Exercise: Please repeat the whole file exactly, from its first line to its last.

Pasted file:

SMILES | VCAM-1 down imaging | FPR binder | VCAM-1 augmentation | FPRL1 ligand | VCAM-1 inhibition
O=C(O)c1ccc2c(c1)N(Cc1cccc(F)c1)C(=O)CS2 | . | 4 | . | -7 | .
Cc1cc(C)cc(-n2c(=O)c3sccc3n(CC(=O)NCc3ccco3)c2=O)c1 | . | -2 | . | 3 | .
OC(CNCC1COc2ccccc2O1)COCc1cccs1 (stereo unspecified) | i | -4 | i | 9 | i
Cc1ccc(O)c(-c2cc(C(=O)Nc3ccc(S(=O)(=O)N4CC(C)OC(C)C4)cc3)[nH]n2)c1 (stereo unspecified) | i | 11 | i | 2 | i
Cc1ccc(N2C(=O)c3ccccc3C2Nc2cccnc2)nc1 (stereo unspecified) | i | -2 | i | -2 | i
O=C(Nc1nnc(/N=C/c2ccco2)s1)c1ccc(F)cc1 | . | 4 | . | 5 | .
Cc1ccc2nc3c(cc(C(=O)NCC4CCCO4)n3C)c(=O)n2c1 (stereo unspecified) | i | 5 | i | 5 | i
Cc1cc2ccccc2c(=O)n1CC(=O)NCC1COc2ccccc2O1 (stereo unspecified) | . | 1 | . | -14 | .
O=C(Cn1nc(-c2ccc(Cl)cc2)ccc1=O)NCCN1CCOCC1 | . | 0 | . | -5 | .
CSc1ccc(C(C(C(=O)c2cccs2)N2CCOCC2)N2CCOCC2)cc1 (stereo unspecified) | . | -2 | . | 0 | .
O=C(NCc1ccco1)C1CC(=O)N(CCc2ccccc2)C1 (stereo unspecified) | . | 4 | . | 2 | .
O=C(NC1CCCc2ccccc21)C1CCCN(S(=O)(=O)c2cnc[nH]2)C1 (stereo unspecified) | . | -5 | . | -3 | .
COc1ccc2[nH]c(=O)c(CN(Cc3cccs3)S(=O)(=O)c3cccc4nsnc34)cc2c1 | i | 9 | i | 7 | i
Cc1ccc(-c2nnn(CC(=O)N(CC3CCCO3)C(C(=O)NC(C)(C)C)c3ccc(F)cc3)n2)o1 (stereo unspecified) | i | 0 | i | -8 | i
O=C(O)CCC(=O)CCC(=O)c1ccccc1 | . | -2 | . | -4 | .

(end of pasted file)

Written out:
SMILES | VCAM-1 down imaging | FPR binder | VCAM-1 augmentation | FPRL1 ligand | VCAM-1 inhibition
O=C(O)c1ccc2c(c1)N(Cc1cccc(F)c1)C(=O)CS2 | . | 4 | . | -7 | .
Cc1cc(C)cc(-n2c(=O)c3sccc3n(CC(=O)NCc3ccco3)c2=O)c1 | . | -2 | . | 3 | .
OC(CNCC1COc2ccccc2O1)COCc1cccs1 (stereo unspecified) | i | -4 | i | 9 | i
Cc1ccc(O)c(-c2cc(C(=O)Nc3ccc(S(=O)(=O)N4CC(C)OC(C)C4)cc3)[nH]n2)c1 (stereo unspecified) | i | 11 | i | 2 | i
Cc1ccc(N2C(=O)c3ccccc3C2Nc2cccnc2)nc1 (stereo unspecified) | i | -2 | i | -2 | i
O=C(Nc1nnc(/N=C/c2ccco2)s1)c1ccc(F)cc1 | . | 4 | . | 5 | .
Cc1ccc2nc3c(cc(C(=O)NCC4CCCO4)n3C)c(=O)n2c1 (stereo unspecified) | i | 5 | i | 5 | i
Cc1cc2ccccc2c(=O)n1CC(=O)NCC1COc2ccccc2O1 (stereo unspecified) | . | 1 | . | -14 | .
O=C(Cn1nc(-c2ccc(Cl)cc2)ccc1=O)NCCN1CCOCC1 | . | 0 | . | -5 | .
CSc1ccc(C(C(C(=O)c2cccs2)N2CCOCC2)N2CCOCC2)cc1 (stereo unspecified) | . | -2 | . | 0 | .
O=C(NCc1ccco1)C1CC(=O)N(CCc2ccccc2)C1 (stereo unspecified) | . | 4 | . | 2 | .
O=C(NC1CCCc2ccccc21)C1CCCN(S(=O)(=O)c2cnc[nH]2)C1 (stereo unspecified) | . | -5 | . | -3 | .
COc1ccc2[nH]c(=O)c(CN(Cc3cccs3)S(=O)(=O)c3cccc4nsnc34)cc2c1 | i | 9 | i | 7 | i
Cc1ccc(-c2nnn(CC(=O)N(CC3CCCO3)C(C(=O)NC(C)(C)C)c3ccc(F)cc3)n2)o1 (stereo unspecified) | i | 0 | i | -8 | i
O=C(O)CCC(=O)CCC(=O)c1ccccc1 | . | -2 | . | -4 | .